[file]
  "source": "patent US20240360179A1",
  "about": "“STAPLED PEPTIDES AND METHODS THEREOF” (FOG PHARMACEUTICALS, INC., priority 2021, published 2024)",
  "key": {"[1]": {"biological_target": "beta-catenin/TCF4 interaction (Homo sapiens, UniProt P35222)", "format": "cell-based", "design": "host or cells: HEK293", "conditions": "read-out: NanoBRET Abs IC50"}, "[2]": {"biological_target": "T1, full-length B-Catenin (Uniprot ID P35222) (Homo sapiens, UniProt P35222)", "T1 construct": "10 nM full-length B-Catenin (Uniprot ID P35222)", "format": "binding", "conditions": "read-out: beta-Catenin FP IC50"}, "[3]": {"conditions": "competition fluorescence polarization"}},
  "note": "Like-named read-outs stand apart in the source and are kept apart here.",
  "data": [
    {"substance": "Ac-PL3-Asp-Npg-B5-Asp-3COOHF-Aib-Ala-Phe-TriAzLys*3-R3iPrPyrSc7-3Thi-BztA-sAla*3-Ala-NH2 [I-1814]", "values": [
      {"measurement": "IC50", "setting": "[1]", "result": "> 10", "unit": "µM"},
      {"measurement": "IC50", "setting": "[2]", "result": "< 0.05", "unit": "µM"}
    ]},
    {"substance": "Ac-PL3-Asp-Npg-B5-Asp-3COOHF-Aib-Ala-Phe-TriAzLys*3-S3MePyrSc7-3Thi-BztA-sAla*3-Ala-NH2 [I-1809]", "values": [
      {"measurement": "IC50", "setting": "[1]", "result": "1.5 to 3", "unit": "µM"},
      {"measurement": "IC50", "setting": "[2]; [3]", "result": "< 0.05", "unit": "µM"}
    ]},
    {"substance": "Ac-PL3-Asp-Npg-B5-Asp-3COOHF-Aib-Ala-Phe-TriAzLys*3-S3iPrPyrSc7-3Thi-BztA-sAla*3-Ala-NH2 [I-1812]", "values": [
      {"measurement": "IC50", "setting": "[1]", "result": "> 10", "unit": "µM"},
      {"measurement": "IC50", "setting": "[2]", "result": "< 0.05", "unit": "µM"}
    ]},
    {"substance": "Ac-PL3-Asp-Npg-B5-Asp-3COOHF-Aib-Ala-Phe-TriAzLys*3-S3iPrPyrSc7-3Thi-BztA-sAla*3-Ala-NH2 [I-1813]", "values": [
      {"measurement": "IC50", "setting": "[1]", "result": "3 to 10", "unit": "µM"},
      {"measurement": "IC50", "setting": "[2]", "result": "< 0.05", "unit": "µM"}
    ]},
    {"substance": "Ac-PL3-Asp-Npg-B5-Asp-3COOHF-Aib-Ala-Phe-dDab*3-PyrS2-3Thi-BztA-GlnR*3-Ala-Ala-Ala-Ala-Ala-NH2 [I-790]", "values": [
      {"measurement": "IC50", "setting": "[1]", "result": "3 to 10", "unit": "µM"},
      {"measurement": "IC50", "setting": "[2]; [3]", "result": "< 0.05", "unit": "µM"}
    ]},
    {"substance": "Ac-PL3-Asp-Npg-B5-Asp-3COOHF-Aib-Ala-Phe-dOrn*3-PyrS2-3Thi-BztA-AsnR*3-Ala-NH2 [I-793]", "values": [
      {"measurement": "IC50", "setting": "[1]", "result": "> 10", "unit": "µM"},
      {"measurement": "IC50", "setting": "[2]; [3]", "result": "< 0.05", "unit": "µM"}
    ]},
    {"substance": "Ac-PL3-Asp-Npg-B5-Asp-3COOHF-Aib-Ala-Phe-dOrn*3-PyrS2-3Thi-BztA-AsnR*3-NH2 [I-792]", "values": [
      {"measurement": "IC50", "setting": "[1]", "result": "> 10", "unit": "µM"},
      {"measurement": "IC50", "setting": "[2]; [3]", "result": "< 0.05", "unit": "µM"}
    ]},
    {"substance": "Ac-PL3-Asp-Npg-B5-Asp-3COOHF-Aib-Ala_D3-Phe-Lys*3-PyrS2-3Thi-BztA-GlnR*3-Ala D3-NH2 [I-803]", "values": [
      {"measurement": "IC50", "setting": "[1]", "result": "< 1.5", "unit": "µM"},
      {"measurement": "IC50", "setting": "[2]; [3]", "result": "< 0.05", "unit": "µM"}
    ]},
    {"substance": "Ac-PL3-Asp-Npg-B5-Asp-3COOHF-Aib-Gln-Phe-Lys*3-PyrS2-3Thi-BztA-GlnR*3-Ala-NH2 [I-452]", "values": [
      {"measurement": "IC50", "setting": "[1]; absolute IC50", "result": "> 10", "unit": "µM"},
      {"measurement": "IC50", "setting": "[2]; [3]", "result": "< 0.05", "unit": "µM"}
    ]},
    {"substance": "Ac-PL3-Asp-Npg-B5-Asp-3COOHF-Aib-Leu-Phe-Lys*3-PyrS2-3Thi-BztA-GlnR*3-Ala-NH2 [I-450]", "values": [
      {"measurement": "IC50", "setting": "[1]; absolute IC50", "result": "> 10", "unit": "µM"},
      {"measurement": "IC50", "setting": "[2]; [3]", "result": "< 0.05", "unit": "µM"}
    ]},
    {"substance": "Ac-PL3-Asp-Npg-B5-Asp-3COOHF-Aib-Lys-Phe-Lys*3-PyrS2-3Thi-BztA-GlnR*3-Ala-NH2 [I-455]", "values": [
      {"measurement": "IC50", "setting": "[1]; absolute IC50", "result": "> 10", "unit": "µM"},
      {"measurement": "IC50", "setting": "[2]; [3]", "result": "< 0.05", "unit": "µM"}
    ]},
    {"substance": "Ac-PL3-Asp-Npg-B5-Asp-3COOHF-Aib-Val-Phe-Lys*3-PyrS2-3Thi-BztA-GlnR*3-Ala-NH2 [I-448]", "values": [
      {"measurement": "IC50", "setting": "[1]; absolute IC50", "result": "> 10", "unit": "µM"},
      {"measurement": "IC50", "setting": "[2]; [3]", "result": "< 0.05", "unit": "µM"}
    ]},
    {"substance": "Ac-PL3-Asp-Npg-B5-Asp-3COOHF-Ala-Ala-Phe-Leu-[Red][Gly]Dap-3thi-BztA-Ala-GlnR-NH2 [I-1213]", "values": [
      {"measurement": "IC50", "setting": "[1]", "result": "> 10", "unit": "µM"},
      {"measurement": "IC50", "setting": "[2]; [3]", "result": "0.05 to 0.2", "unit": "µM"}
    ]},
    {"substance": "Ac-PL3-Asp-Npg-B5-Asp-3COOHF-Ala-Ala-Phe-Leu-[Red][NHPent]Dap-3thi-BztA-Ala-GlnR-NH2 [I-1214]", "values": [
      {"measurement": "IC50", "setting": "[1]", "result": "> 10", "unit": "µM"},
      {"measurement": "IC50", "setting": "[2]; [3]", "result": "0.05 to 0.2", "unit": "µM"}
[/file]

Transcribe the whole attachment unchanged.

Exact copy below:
  "source": "patent US20240360179A1",
  "about": "“STAPLED PEPTIDES AND METHODS THEREOF” (FOG PHARMACEUTICALS, INC., priority 2021, published 2024)",
  "key": {"[1]": {"biological_target": "beta-catenin/TCF4 interaction (Homo sapiens, UniProt P35222)", "format": "cell-based", "design": "host or cells: HEK293", "conditions": "read-out: NanoBRET Abs IC50"}, "[2]": {"biological_target": "T1, full-length B-Catenin (Uniprot ID P35222) (Homo sapiens, UniProt P35222)", "T1 construct": "10 nM full-length B-Catenin (Uniprot ID P35222)", "format": "binding", "conditions": "read-out: beta-Catenin FP IC50"}, "[3]": {"conditions": "competition fluorescence polarization"}},
  "note": "Like-named read-outs stand apart in the source and are kept apart here.",
  "data": [
    {"substance": "Ac-PL3-Asp-Npg-B5-Asp-3COOHF-Aib-Ala-Phe-TriAzLys*3-R3iPrPyrSc7-3Thi-BztA-sAla*3-Ala-NH2 [I-1814]", "values": [
      {"measurement": "IC50", "setting": "[1]", "result": "> 10", "unit": "µM"},
      {"measurement": "IC50", "setting": "[2]", "result": "< 0.05", "unit": "µM"}
    ]},
    {"substance": "Ac-PL3-Asp-Npg-B5-Asp-3COOHF-Aib-Ala-Phe-TriAzLys*3-S3MePyrSc7-3Thi-BztA-sAla*3-Ala-NH2 [I-1809]", "values": [
      {"measurement": "IC50", "setting": "[1]", "result": "1.5 to 3", "unit": "µM"},
      {"measurement": "IC50", "setting": "[2]; [3]", "result": "< 0.05", "unit": "µM"}
    ]},
    {"substance": "Ac-PL3-Asp-Npg-B5-Asp-3COOHF-Aib-Ala-Phe-TriAzLys*3-S3iPrPyrSc7-3Thi-BztA-sAla*3-Ala-NH2 [I-1812]", "values": [
      {"measurement": "IC50", "setting": "[1]", "result": "> 10", "unit": "µM"},
      {"measurement": "IC50", "setting": "[2]", "result": "< 0.05", "unit": "µM"}
    ]},
    {"substance": "Ac-PL3-Asp-Npg-B5-Asp-3COOHF-Aib-Ala-Phe-TriAzLys*3-S3iPrPyrSc7-3Thi-BztA-sAla*3-Ala-NH2 [I-1813]", "values": [
      {"measurement": "IC50", "setting": "[1]", "result": "3 to 10", "unit": "µM"},
      {"measurement": "IC50", "setting": "[2]", "result": "< 0.05", "unit": "µM"}
    ]},
    {"substance": "Ac-PL3-Asp-Npg-B5-Asp-3COOHF-Aib-Ala-Phe-dDab*3-PyrS2-3Thi-BztA-GlnR*3-Ala-Ala-Ala-Ala-Ala-NH2 [I-790]", "values": [
      {"measurement": "IC50", "setting": "[1]", "result": "3 to 10", "unit": "µM"},
      {"measurement": "IC50", "setting": "[2]; [3]", "result": "< 0.05", "unit": "µM"}
    ]},
    {"substance": "Ac-PL3-Asp-Npg-B5-Asp-3COOHF-Aib-Ala-Phe-dOrn*3-PyrS2-3Thi-BztA-AsnR*3-Ala-NH2 [I-793]", "values": [
      {"measurement": "IC50", "setting": "[1]", "result": "> 10", "unit": "µM"},
      {"measurement": "IC50", "setting": "[2]; [3]", "result": "< 0.05", "unit": "µM"}
    ]},
    {"substance": "Ac-PL3-Asp-Npg-B5-Asp-3COOHF-Aib-Ala-Phe-dOrn*3-PyrS2-3Thi-BztA-AsnR*3-NH2 [I-792]", "values": [
      {"measurement": "IC50", "setting": "[1]", "result": "> 10", "unit": "µM"},
      {"measurement": "IC50", "setting": "[2]; [3]", "result": "< 0.05", "unit": "µM"}
    ]},
    {"substance": "Ac-PL3-Asp-Npg-B5-Asp-3COOHF-Aib-Ala_D3-Phe-Lys*3-PyrS2-3Thi-BztA-GlnR*3-Ala D3-NH2 [I-803]", "values": [
      {"measurement": "IC50", "setting": "[1]", "result": "< 1.5", "unit": "µM"},
      {"measurement": "IC50", "setting": "[2]; [3]", "result": "< 0.05", "unit": "µM"}
    ]},
    {"substance": "Ac-PL3-Asp-Npg-B5-Asp-3COOHF-Aib-Gln-Phe-Lys*3-PyrS2-3Thi-BztA-GlnR*3-Ala-NH2 [I-452]", "values": [
      {"measurement": "IC50", "setting": "[1]; absolute IC50", "result": "> 10", "unit": "µM"},
      {"measurement": "IC50", "setting": "[2]; [3]", "result": "< 0.05", "unit": "µM"}
    ]},
    {"substance": "Ac-PL3-Asp-Npg-B5-Asp-3COOHF-Aib-Leu-Phe-Lys*3-PyrS2-3Thi-BztA-GlnR*3-Ala-NH2 [I-450]", "values": [
      {"measurement": "IC50", "setting": "[1]; absolute IC50", "result": "> 10", "unit": "µM"},
      {"measurement": "IC50", "setting": "[2]; [3]", "result": "< 0.05", "unit": "µM"}
    ]},
    {"substance": "Ac-PL3-Asp-Npg-B5-Asp-3COOHF-Aib-Lys-Phe-Lys*3-PyrS2-3Thi-BztA-GlnR*3-Ala-NH2 [I-455]", "values": [
      {"measurement": "IC50", "setting": "[1]; absolute IC50", "result": "> 10", "unit": "µM"},
      {"measurement": "IC50", "setting": "[2]; [3]", "result": "< 0.05", "unit": "µM"}
    ]},
    {"substance": "Ac-PL3-Asp-Npg-B5-Asp-3COOHF-Aib-Val-Phe-Lys*3-PyrS2-3Thi-BztA-GlnR*3-Ala-NH2 [I-448]", "values": [
      {"measurement": "IC50", "setting": "[1]; absolute IC50", "result": "> 10", "unit": "µM"},
      {"measurement": "IC50", "setting": "[2]; [3]", "result": "< 0.05", "unit": "µM"}
    ]},
    {"substance": "Ac-PL3-Asp-Npg-B5-Asp-3COOHF-Ala-Ala-Phe-Leu-[Red][Gly]Dap-3thi-BztA-Ala-GlnR-NH2 [I-1213]", "values": [
      {"measurement": "IC50", "setting": "[1]", "result": "> 10", "unit": "µM"},
      {"measurement": "IC50", "setting": "[2]; [3]", "result": "0.05 to 0.2", "unit": "µM"}
    ]},
    {"substance": "Ac-PL3-Asp-Npg-B5-Asp-3COOHF-Ala-Ala-Phe-Leu-[Red][NHPent]Dap-3thi-BztA-Ala-GlnR-NH2 [I-1214]", "values": [
      {"measurement": "IC50", "setting": "[1]", "result": "> 10", "unit": "µM"},
      {"measurement": "IC50", "setting": "[2]; [3]", "result": "0.05 to 0.2", "unit": "µM"}